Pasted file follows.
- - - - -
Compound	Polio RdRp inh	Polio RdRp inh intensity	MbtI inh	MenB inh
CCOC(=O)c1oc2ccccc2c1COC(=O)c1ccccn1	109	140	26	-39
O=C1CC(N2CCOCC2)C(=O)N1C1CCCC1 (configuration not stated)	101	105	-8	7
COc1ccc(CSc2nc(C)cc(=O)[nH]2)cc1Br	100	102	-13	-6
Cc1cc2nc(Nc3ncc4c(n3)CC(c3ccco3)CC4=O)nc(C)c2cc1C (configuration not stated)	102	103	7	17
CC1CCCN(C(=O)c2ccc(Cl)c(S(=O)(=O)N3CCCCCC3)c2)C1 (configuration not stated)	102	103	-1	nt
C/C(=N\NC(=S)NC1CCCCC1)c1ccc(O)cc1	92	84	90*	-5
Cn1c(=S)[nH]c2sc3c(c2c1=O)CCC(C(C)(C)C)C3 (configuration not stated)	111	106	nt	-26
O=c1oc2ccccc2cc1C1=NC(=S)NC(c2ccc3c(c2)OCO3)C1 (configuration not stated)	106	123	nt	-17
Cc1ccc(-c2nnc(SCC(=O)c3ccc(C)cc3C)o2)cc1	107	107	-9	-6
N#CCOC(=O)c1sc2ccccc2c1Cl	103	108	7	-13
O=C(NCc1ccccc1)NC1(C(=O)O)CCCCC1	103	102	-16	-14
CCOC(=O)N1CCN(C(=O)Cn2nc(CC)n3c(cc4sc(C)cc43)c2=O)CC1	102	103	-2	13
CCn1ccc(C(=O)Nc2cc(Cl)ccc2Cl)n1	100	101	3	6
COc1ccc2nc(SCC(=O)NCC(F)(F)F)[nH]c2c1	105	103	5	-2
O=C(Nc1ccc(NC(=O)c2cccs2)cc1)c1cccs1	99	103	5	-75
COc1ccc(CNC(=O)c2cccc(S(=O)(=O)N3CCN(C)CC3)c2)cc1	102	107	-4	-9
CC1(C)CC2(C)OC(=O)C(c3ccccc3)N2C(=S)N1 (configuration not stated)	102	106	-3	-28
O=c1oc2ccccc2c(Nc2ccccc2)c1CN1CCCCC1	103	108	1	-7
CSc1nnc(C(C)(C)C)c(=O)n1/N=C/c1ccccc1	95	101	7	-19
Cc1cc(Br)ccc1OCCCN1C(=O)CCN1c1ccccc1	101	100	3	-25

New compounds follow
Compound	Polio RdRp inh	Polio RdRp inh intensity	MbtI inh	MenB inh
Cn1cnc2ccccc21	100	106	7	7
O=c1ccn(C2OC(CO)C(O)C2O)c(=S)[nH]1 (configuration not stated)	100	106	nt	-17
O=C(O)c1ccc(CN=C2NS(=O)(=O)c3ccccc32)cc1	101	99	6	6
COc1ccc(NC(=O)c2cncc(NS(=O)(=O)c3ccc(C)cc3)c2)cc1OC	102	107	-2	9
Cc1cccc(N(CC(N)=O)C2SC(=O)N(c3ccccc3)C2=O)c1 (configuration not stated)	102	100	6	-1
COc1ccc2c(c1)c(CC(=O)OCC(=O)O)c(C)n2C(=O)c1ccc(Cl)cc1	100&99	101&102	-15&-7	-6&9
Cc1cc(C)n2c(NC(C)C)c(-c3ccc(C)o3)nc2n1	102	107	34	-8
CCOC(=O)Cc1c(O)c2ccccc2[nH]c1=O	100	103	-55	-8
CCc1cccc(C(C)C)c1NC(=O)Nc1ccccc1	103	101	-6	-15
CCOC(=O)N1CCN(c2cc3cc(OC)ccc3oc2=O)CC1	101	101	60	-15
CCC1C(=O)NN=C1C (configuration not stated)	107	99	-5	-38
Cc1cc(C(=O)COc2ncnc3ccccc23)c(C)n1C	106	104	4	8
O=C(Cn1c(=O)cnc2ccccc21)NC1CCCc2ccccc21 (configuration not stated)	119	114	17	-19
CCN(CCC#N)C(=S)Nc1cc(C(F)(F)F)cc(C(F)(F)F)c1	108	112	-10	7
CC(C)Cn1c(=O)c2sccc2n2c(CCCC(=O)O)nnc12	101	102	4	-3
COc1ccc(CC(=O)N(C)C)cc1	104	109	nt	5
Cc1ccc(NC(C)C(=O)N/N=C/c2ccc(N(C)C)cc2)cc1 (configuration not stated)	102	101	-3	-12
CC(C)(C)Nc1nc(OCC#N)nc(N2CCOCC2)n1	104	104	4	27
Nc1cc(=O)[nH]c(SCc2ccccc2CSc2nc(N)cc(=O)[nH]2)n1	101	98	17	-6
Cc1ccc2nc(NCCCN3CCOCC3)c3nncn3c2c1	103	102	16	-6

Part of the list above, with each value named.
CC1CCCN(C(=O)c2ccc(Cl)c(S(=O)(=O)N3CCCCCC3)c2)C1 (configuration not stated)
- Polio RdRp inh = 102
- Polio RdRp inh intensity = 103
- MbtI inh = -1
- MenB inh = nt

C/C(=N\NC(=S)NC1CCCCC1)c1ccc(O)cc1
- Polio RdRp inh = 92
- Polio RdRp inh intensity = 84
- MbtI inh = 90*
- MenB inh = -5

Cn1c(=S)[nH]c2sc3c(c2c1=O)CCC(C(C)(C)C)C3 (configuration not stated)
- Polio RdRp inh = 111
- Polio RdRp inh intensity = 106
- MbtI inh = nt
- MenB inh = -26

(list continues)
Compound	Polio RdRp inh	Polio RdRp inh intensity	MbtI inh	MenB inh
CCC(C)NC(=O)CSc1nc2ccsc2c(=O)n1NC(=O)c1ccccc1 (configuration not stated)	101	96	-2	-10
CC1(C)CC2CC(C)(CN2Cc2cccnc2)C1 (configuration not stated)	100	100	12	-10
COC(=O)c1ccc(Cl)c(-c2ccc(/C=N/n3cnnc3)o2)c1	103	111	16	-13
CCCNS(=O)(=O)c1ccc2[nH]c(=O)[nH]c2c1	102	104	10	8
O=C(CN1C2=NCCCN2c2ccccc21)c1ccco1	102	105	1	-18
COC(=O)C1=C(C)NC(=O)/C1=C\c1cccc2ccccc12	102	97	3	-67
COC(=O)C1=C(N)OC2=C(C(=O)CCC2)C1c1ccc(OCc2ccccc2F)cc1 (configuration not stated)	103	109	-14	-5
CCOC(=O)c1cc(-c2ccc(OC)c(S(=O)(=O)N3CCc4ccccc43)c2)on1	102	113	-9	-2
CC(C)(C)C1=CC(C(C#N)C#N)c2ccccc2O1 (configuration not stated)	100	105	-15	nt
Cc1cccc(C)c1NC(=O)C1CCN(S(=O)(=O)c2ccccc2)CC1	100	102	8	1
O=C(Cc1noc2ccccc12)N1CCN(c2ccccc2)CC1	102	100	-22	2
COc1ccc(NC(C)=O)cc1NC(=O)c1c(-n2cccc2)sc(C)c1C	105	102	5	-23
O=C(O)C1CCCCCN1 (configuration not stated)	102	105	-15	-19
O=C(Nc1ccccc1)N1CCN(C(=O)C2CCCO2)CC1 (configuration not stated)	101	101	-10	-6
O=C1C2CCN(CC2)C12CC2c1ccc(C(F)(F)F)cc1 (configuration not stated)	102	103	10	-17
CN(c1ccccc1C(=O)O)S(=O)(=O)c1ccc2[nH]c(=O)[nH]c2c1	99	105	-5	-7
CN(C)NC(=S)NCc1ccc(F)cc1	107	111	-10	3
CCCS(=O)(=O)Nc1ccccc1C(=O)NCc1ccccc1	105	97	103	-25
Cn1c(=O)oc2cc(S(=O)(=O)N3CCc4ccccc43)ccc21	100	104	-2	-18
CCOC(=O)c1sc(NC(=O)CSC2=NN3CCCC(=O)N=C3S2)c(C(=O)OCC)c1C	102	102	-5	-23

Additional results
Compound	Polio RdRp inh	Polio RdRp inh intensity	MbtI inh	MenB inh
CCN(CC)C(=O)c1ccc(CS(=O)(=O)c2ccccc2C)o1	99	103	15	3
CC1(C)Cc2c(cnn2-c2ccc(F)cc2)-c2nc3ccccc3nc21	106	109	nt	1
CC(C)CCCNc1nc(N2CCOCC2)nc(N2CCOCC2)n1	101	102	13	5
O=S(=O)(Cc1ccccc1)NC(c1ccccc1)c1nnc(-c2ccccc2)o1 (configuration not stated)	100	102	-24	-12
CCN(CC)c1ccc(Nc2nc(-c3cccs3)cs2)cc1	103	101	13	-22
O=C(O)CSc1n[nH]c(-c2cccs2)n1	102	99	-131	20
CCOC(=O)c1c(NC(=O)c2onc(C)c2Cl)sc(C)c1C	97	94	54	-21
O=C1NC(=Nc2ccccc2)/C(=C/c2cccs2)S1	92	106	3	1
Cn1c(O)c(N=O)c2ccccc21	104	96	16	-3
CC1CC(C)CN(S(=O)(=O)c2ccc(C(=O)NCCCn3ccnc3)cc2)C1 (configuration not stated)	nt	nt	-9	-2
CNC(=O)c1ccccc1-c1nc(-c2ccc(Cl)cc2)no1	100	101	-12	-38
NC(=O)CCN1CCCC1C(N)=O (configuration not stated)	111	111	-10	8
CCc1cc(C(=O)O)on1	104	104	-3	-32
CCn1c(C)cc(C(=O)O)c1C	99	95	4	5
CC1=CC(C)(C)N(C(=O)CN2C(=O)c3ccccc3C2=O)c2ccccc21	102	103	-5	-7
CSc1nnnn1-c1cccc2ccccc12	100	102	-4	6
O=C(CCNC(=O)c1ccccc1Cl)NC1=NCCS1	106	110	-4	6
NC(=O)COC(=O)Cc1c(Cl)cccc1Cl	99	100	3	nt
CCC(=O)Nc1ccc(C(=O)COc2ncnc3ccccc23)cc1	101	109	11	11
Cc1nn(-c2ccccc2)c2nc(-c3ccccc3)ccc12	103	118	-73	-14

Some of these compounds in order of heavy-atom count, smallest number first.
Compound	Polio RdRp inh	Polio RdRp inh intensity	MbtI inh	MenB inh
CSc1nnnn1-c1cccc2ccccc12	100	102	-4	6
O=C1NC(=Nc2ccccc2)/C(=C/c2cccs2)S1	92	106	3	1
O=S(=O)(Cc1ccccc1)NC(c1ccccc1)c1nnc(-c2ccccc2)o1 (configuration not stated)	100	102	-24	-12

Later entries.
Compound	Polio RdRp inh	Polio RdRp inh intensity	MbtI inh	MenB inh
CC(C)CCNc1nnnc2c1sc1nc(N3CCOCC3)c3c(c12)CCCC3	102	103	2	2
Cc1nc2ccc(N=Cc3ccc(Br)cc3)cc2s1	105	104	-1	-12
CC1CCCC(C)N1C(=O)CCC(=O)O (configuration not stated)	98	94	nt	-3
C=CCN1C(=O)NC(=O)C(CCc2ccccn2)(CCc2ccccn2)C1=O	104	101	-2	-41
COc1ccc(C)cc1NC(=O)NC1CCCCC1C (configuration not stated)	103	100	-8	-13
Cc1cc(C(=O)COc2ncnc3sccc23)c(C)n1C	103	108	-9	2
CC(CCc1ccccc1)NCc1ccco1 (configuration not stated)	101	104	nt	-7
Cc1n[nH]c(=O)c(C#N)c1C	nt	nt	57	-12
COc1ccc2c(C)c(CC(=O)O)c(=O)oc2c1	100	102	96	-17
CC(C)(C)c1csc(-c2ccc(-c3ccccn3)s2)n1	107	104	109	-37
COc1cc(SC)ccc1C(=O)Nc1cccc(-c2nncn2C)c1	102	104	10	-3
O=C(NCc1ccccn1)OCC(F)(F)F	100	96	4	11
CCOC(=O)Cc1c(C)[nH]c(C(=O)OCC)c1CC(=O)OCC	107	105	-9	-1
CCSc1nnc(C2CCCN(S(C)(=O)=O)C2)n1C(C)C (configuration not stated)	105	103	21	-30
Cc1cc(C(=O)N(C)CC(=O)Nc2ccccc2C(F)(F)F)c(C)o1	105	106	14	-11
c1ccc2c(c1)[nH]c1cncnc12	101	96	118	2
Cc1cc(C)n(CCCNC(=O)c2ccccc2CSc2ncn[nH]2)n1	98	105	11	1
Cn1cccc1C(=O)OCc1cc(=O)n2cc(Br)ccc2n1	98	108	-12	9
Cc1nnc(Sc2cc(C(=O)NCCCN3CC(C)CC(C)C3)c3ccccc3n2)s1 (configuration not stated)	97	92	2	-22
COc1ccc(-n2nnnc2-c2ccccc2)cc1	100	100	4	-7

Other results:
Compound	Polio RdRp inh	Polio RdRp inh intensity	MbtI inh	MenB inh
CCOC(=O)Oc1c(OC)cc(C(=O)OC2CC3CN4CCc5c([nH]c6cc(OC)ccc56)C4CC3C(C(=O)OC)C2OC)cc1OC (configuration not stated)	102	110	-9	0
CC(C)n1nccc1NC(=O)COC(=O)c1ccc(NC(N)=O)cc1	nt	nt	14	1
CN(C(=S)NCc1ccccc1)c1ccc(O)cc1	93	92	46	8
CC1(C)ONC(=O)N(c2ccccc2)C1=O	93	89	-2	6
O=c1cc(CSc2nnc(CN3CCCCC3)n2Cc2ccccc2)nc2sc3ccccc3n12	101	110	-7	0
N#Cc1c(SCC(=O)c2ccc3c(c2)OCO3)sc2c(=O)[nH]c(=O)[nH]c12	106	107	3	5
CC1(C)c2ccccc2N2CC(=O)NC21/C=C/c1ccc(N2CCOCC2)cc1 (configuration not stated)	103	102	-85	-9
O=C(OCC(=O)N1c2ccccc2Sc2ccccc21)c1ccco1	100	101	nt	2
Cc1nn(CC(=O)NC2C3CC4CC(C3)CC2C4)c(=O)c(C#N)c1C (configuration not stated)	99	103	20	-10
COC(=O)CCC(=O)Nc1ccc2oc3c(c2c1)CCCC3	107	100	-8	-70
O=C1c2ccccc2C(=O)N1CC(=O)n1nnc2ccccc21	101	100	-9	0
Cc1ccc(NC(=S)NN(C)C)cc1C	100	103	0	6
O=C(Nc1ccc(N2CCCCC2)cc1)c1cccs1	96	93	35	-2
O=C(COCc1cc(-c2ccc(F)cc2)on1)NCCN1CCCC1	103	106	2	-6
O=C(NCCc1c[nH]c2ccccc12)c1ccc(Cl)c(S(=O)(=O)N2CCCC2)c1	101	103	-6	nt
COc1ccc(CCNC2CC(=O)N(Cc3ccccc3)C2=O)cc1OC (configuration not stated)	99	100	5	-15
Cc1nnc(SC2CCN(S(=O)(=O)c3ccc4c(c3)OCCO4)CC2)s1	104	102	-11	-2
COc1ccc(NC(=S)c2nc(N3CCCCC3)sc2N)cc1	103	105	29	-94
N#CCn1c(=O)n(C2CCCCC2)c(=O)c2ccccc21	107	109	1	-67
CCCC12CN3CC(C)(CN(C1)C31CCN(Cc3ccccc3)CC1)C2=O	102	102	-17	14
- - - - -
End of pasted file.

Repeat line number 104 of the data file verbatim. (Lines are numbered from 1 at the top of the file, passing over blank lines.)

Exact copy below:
Some of these compounds in order of heavy-atom count, smallest number first.